Windows 7 and 8 is like fine New York cheese cake.

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September 14, 2014 10:39:33 PM from WinCustomize Forums WinCustomize Forums

Quoting starkers,

Also, Vista and Win 8 work/do as advertised, ME often didn't... meaning the latter was/is the only real/true failure.

ME had that new-fangled 'system restore'  that had a habit of doing eternal backups until it had filled the entire harddrive thus choking the OS to death.

No swap space to even manage a BSOD....instead it just sort of sat there....and cried....along with you.

Kinda had you longing for Microsoft Bob ....

 

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September 14, 2014 11:05:28 PM from WinCustomize Forums WinCustomize Forums

On Millennium, what was the annoying black screen with rectangular out of resources message with two options you couldn't get out of?

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September 14, 2014 11:55:06 PM from WinCustomize Forums WinCustomize Forums

Quoting voo,

Vista was a horrible, horrible hard drive grinder. It went on and on for hours during system idle. As well as the non responsive explorer windows. It didn't happen often but when it did. God! So infuriating.

In the early stages, yes, but those issues were fairly much resolved with SP1 and SP2.  I ran Vista Pro SP2 x64 for well over a year prior to trying Win 7 and found it quite responsive and very stable.  True, it used more disc space than 7, but in terms of modern terabyte + HDDs, that was hardly an issue. 

Some people said Vista was bloated and a slow POS, but that's not the way I found it, being that XP seemed clunkier and slower on the same machine.   Win 7 ended up on the same machine and was faster than either of them, but that didn't make Vista a pig, just that it was newer and a more trimmed down version of the same kernel.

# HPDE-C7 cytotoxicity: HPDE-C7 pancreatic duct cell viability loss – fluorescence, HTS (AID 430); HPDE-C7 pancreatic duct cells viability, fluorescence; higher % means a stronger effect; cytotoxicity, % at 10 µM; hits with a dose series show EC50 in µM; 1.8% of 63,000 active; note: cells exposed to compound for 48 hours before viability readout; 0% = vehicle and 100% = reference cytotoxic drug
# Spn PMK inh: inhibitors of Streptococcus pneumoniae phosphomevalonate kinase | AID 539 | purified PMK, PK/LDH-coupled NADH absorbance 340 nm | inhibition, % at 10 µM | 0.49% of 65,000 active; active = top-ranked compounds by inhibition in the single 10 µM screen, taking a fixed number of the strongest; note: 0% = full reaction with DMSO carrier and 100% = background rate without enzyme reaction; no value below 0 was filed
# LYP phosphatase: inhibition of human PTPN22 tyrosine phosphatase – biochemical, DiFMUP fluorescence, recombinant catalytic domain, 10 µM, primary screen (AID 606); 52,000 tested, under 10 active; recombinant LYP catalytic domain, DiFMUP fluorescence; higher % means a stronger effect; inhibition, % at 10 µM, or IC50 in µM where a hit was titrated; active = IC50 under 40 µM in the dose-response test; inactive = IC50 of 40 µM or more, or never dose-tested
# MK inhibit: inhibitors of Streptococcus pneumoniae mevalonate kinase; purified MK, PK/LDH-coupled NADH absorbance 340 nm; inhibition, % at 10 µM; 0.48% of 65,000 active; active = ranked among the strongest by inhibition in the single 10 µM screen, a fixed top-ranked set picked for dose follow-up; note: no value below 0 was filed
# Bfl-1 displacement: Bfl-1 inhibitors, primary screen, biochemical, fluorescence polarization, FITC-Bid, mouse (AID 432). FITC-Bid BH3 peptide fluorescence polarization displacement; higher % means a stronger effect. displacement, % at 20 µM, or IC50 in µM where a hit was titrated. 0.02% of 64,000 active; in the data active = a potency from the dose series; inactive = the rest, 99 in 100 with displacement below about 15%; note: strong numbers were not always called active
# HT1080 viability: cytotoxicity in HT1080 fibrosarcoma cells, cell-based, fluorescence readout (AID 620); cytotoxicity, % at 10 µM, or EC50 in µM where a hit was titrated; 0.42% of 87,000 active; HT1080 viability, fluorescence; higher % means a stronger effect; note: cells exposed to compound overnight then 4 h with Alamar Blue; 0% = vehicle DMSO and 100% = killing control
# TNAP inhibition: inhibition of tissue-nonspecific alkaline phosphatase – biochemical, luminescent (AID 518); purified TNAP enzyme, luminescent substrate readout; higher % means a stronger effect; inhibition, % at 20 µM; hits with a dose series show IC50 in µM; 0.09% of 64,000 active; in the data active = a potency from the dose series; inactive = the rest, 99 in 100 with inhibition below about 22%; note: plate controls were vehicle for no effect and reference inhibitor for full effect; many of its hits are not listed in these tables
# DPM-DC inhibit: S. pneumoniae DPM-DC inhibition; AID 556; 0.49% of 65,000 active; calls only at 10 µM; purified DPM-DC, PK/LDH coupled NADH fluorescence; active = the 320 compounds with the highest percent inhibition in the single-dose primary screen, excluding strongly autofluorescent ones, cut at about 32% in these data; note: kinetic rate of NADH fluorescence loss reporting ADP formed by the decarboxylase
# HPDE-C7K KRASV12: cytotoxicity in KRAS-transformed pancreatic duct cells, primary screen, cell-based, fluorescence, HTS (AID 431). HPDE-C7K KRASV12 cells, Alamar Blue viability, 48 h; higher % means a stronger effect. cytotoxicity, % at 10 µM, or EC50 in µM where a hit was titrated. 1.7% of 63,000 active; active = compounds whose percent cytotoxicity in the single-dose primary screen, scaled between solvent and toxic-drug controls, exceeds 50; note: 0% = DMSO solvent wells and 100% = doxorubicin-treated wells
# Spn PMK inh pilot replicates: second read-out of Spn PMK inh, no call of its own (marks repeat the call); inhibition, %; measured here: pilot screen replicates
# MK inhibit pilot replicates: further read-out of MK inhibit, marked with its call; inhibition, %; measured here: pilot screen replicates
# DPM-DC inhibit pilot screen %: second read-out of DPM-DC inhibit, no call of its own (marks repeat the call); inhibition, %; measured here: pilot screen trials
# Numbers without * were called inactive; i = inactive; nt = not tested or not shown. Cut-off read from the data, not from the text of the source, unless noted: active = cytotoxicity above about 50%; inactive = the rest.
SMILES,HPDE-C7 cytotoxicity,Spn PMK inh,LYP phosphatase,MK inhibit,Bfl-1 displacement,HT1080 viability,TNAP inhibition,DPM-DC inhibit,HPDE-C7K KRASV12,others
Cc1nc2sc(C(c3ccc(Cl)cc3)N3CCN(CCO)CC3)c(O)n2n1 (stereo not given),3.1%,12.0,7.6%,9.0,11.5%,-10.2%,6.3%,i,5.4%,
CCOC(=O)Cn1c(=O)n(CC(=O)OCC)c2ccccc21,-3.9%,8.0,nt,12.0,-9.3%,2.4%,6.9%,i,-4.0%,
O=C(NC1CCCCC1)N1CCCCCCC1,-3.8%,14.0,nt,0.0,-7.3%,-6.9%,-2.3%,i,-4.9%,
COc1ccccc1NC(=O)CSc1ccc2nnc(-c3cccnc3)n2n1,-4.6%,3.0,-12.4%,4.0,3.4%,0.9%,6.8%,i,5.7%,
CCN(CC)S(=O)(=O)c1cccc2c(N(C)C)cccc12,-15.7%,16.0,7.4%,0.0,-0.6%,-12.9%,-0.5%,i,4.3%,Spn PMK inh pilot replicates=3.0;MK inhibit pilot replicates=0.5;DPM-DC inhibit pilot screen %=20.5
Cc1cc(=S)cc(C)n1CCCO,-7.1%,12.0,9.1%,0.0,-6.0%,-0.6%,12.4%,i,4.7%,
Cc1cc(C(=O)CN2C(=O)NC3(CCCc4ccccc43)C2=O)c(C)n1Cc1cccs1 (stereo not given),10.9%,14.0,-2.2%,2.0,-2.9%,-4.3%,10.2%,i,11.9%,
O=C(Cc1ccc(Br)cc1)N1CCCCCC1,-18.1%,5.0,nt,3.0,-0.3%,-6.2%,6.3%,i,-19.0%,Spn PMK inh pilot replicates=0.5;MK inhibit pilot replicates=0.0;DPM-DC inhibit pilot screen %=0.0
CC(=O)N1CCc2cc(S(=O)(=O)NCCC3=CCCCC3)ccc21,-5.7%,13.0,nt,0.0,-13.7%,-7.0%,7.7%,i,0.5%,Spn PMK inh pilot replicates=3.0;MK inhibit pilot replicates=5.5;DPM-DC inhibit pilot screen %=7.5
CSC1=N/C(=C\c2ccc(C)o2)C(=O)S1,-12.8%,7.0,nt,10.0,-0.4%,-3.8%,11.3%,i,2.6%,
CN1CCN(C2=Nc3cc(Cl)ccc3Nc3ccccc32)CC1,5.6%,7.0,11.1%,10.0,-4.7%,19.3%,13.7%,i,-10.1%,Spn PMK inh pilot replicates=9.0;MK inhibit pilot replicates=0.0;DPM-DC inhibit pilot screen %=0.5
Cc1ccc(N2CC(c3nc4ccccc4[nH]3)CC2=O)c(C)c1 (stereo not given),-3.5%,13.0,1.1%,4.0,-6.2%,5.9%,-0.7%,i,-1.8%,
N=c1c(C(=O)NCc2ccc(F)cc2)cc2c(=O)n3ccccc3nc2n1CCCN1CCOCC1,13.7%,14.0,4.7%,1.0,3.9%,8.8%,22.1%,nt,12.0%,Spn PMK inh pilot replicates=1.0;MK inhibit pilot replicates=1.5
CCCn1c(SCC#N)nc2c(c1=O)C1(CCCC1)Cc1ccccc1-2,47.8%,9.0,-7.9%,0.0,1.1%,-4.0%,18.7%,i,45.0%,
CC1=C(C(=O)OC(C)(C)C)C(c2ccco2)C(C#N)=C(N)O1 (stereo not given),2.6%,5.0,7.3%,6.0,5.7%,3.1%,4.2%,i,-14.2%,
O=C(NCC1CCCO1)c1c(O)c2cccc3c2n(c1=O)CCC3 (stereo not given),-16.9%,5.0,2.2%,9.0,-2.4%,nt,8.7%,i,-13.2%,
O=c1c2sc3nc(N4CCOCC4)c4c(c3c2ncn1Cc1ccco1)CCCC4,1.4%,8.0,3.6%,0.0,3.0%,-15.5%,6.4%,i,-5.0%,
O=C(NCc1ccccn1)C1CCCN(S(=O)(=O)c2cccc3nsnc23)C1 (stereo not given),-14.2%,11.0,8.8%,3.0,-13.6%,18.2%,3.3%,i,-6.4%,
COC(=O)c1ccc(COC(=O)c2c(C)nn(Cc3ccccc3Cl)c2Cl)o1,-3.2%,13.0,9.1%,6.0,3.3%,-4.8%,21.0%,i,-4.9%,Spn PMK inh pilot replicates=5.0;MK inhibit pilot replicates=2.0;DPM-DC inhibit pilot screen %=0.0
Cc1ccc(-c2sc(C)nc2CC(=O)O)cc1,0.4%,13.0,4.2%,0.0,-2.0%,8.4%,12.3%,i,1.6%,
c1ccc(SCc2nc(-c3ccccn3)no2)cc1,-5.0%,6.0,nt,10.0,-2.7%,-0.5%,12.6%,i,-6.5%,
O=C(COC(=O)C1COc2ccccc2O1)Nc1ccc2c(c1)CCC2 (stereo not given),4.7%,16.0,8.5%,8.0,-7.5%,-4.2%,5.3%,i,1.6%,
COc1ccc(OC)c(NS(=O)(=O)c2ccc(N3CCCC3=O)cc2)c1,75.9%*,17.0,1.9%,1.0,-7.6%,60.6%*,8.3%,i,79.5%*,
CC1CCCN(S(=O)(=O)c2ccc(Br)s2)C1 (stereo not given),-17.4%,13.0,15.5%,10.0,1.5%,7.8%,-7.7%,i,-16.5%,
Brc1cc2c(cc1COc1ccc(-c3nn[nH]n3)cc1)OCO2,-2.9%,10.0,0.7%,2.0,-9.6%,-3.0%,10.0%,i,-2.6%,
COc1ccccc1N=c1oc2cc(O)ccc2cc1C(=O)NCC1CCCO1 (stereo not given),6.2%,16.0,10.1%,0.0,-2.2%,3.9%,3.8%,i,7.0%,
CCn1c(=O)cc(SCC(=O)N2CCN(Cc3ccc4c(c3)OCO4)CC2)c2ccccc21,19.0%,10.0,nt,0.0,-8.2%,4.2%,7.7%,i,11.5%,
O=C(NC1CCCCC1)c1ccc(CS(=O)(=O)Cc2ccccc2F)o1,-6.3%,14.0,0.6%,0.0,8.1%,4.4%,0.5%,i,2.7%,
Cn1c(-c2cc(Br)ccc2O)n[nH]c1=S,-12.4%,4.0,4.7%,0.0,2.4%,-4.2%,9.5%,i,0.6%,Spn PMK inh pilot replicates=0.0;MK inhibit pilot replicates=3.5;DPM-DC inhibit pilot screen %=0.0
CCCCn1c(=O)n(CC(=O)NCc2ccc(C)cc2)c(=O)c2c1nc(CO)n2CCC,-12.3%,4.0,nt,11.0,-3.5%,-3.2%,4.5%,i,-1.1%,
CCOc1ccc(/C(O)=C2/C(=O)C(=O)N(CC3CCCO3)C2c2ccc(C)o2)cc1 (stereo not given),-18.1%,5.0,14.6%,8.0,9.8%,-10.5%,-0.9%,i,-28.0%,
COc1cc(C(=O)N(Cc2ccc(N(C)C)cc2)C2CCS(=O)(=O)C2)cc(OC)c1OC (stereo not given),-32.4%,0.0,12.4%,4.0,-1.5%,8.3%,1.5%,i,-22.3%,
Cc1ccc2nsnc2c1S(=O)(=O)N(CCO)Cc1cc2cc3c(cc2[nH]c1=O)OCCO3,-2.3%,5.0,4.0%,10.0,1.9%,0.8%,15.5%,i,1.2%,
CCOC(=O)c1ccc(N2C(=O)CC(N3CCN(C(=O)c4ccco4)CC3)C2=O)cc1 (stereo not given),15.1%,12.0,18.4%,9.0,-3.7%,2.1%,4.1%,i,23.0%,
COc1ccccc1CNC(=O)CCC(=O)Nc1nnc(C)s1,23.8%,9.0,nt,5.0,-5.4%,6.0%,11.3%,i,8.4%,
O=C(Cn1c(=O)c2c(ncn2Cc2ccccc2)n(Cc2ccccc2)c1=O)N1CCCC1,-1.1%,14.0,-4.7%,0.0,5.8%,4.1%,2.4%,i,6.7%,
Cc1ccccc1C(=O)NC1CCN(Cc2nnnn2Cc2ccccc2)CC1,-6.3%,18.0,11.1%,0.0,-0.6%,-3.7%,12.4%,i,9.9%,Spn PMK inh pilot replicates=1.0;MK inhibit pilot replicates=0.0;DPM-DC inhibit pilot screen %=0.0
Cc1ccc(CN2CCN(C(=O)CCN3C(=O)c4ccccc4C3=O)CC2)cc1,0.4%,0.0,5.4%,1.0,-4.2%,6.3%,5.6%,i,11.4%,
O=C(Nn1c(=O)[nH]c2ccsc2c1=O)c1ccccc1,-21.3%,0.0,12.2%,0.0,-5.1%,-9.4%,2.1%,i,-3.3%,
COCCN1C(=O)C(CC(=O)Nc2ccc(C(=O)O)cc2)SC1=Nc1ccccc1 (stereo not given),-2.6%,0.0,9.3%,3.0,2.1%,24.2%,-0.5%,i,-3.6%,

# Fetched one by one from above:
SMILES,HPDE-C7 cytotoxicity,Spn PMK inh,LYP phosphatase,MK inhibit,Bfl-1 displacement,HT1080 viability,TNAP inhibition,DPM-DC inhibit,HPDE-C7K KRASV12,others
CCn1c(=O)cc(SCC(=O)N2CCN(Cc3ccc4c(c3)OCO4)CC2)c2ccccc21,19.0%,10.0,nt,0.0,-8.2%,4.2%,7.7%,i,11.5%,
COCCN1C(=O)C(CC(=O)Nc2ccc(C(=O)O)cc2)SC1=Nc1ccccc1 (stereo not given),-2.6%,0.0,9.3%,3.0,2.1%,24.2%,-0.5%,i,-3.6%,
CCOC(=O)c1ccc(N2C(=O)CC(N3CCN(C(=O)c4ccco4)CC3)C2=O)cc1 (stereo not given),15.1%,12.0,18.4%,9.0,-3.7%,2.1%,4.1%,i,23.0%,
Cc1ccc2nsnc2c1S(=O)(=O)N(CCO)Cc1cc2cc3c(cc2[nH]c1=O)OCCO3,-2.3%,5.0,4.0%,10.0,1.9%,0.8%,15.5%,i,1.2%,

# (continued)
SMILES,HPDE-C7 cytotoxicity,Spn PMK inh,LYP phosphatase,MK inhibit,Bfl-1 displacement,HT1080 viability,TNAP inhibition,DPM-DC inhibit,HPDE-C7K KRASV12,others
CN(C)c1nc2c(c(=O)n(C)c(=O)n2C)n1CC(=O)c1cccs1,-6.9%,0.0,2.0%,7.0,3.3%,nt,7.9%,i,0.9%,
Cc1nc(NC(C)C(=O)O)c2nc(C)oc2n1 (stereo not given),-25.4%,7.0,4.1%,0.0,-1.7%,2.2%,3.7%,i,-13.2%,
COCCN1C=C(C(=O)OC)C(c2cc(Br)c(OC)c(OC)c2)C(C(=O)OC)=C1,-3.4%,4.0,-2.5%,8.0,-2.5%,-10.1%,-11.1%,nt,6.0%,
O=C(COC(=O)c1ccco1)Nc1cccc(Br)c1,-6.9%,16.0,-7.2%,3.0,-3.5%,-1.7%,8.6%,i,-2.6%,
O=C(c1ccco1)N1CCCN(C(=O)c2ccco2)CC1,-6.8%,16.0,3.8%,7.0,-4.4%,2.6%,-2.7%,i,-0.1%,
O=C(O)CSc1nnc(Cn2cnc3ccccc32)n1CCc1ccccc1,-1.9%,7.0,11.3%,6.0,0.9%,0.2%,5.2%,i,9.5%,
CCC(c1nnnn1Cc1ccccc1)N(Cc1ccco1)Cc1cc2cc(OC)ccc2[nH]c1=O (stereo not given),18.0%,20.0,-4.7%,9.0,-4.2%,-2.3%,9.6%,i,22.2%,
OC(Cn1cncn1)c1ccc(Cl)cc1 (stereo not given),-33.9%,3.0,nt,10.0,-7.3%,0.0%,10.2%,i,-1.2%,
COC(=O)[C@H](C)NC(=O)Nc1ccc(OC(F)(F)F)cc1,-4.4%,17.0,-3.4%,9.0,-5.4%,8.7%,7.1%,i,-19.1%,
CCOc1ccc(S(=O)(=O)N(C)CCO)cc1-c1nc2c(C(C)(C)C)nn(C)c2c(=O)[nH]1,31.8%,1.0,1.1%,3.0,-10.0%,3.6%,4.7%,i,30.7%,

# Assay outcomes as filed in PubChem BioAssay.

Quoting Jafo,


Quoting starkers,

Also, Vista and Win 8 work/do as advertised, ME often didn't... meaning the latter was/is the only real/true failure.



ME had that new-fangled 'system restore'  that had a habit of doing eternal backups until it had filled the entire harddrive thus choking the OS to death.

No swap space to even manage a BSOD....instead it just sort of sat there....and cried....along with you.

Kinda had you longing for Microsoft Bob ....

 

My experience with ME was very short lived... if you could call it an 'experience.  I had it on my rig of the day for about 4 days and gave it the sack because it was constantly freezing up, going to BSODs and never seemed to recover.  The system restore [if you could call it that] was as useless as tits on a bull, so trying to return to a previous point where ME 'almost' worked correctly was pretty much hit and miss.  Often times it refused to restore ANY previous points, and when it 'supposedly' restored to a 'supposedly' good working point a BSOD was on the cards not too long after.

I quickly lost patience with it and went back to 98 SE for a while until I could afford XP. And no, it didn't cry along with me.  When it didn't behave I cursed it and used numerous expletives to vent my disgust, and while it may have cried durining uninstallation, I gave it a celebratory hurrah as I farewelled it for ever.

Had I paid full price for ME I may have persisted with it a while longer, but I only paid 40 bucks when [in hindsight] I 'foolishly' purchased it from a so-called friend.  He obviously discovered its flaws/failings and decided to offload it to somebody unsuspecting, but I couldn't bring myself to inflict it on anyone else so it became a coaster/frisbee, etc.

Quoting voo,

On Millennium, what was the annoying black screen with rectangular out of resources message with two options you couldn't get out of?

Another infuriating bi-product of a totally inept OS that barely qualified as an OS.  In those days I had a 2.8Ghz P4 and 1Gb [512 x2] of RAM, and it ran 98SE and XP more than adequately, so ME was just a pig with an abnormal appetite.  The part I hated about that was having to hard-shut-down my machine because Task Manager was either inaccessible or was unable to close the window.

No wonder it didn't last 5 days.

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September 15, 2014 12:35:23 AM from WinCustomize Forums WinCustomize Forums

[Good to have you back, Starkers.     ]